Title: In the Shadow of Blackbirds
Author: Cat Winters
Publisher: Amulet Books
Publication Date: April 2, 2013
Plot Synopsis from Goodreads:
In 1918, the world seems on the verge of Apocalypse. Americans roam the streets in gauze masks to ward off the deadly Spanish influenza, and the government ships young men to the front lines of a brutal war, creating an atmosphere of fear and confusion. Sixteen-year-old Mary Shelley Black watches as desperate mourners flock to séances and spirit photographers for comfort, but she herself has never believed in ghosts. During her bleakest moment, however, she’s forced to rethink her entire way of looking at life and death, for her first love—a boy who died in battle—returns in spirit form. But what does he want from her?
In the Shadow of Blackbirds combines some of my biggest interests: the Spanish Flu pandemic of 1918 and the spiritualism craze that swept the globe (especially spirit photography). So I was already predisposed to like it before I opened it. However, when you have an interest in a time period you are also likely to be more critical of any perceived shortcomings. Luckily, Cat Winters did an incredible job with this story and I was impressed all around.The imagery and atmosphere Winters has created is unbelievable.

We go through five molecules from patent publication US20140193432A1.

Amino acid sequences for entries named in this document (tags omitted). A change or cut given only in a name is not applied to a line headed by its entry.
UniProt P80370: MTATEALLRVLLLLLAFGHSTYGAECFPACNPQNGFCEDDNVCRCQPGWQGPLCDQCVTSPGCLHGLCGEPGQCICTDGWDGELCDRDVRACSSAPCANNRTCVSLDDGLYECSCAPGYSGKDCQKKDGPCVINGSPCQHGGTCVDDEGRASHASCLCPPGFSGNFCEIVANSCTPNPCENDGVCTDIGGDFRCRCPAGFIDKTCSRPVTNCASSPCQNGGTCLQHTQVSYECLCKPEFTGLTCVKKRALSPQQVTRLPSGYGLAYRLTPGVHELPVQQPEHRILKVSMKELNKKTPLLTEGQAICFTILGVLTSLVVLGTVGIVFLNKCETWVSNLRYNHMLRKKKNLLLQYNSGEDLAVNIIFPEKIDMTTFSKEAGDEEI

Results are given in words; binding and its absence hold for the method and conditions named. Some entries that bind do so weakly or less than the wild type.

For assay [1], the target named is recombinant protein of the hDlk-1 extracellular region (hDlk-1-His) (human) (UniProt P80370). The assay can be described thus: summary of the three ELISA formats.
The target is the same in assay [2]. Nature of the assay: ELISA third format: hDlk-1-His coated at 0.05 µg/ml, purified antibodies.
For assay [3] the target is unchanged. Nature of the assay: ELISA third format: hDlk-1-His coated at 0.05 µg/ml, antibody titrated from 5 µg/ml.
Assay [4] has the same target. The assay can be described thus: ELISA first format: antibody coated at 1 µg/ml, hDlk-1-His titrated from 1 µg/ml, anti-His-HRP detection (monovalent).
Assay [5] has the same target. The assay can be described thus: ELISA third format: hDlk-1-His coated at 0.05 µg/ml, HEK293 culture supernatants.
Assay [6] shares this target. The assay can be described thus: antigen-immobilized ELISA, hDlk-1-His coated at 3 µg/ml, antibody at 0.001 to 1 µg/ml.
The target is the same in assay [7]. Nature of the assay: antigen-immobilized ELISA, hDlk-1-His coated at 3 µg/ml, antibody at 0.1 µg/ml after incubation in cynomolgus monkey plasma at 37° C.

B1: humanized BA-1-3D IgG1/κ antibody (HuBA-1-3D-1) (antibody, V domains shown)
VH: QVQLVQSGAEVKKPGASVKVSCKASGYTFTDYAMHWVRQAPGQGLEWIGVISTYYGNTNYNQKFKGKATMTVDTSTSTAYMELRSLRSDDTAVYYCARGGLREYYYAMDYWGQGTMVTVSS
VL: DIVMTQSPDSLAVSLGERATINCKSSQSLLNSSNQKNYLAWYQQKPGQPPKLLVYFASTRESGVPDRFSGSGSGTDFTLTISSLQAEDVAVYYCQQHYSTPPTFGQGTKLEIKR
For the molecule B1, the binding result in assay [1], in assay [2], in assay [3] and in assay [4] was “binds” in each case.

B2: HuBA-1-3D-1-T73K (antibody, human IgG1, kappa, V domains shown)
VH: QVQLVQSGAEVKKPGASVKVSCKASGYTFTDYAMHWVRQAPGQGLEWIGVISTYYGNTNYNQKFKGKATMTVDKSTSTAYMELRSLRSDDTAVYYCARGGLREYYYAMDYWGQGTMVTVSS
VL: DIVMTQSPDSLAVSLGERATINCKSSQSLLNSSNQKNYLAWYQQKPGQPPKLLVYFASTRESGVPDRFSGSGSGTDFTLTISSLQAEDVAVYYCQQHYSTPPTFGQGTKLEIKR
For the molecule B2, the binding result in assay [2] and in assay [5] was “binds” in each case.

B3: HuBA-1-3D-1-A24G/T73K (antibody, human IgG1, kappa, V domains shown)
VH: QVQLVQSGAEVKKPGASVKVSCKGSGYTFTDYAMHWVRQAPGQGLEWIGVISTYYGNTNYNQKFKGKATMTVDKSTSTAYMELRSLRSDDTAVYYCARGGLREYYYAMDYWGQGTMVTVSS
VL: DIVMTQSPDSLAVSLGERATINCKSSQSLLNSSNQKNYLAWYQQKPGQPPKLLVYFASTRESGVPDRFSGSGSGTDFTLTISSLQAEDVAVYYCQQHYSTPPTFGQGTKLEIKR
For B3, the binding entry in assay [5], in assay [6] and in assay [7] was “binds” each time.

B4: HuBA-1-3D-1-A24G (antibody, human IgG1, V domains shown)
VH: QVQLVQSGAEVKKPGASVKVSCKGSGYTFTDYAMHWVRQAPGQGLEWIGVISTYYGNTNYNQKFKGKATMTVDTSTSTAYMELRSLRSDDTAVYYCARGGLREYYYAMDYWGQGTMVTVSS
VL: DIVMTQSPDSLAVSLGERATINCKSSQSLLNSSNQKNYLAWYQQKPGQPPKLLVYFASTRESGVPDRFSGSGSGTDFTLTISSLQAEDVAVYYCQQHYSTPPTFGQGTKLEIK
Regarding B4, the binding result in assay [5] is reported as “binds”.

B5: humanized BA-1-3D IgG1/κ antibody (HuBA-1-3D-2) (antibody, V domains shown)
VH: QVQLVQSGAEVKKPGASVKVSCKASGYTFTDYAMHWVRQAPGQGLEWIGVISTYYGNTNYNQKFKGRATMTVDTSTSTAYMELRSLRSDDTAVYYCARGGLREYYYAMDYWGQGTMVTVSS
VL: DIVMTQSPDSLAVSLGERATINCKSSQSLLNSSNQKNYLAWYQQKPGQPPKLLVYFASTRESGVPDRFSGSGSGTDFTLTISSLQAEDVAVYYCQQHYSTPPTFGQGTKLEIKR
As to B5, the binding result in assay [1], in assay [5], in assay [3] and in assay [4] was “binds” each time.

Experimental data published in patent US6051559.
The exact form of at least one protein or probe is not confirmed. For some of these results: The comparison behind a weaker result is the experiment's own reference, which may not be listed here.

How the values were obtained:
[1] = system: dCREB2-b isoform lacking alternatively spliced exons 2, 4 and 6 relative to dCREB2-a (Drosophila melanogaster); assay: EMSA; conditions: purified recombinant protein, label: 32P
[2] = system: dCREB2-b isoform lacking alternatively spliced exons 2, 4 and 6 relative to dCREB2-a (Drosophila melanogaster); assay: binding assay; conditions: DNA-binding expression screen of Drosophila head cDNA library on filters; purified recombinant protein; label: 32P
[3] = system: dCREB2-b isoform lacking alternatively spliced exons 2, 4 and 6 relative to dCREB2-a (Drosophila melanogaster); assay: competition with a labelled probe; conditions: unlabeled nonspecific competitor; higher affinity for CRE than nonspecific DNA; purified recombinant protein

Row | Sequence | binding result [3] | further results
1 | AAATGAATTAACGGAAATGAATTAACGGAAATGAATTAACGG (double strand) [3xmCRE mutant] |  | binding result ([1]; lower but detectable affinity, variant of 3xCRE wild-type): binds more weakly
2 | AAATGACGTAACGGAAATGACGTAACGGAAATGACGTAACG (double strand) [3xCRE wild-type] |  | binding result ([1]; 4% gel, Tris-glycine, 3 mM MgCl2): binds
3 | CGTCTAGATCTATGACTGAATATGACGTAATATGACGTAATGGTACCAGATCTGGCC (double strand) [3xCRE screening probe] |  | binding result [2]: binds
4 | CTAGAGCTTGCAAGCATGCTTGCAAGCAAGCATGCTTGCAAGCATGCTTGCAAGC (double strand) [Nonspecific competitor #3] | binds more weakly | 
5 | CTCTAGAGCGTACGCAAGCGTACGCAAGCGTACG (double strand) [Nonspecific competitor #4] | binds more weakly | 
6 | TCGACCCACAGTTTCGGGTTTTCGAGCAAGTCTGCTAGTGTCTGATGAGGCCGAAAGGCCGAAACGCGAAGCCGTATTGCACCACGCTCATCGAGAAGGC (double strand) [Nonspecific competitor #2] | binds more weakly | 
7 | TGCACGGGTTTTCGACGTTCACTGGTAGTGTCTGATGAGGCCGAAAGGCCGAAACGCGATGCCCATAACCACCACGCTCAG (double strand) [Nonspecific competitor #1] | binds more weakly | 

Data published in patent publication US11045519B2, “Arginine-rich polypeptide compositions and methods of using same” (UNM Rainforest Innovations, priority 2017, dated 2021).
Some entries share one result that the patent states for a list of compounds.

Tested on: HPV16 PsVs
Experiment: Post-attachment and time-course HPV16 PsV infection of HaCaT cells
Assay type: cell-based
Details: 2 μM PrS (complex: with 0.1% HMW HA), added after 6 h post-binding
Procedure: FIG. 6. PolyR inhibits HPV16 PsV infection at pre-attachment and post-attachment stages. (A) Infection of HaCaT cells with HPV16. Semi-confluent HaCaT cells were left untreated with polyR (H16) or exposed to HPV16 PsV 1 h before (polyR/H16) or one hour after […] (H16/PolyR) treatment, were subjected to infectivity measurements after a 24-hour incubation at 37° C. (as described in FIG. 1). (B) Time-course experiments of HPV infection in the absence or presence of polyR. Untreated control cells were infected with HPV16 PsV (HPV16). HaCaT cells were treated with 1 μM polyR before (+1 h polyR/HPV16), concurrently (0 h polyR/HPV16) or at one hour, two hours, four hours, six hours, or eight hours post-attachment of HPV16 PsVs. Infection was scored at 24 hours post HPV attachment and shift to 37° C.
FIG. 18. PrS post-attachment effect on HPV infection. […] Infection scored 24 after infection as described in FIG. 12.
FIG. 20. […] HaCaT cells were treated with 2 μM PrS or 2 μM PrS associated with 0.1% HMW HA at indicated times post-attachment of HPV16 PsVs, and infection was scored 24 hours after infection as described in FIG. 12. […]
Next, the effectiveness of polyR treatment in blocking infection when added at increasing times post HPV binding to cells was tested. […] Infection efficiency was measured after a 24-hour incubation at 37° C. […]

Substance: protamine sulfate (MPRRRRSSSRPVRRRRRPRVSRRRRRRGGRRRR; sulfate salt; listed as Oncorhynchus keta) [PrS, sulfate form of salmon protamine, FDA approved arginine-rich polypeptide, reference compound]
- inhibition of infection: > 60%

The setting of Blackbirds rang true for me in every detail…I felt like she had actually witnessed the time period, in San Diego, herself. And Mary Shelley Black is a butt-kicking heroine in every way, from the goggles she wears at any time of day and her mother’s old doctor bag she carries around with her (not to mention her refusal to worry about how odd she might look sporting those items), to her persistence in discovering what has happened to her first love, Stephen. Mary Shelley Black is someone you would be proud and lucky to have as a daughter, a niece, a friend. Temper and a tendency to stubbornness keep her feeling like a three-dimensional protagonist and not a cardboard cutout of quirky modern-day hipness. In short, Mary Shelley rocks.
Oh and can I just say, the blackbirds? Never would I have thought that plain birds could be so horrifying. The photos chosen for the illustrations are all creepy and haunting and atmospheric…and did I mention creepy?
All of the scenes involving Stephen are wrenching and…
What actually happened to Stephen was so, so, SO much worse than anything I could have imagined. Shocking and brutal and haunting, and above all, unpredictable. I never dreamed Winters would ‘take it there’ but she proves herself to be a fearless author with the risks she takes. As a result, there is so much emotional impact in a book where the love story is primarily all back story–not an easy feat.
I highly, highly recommend this book.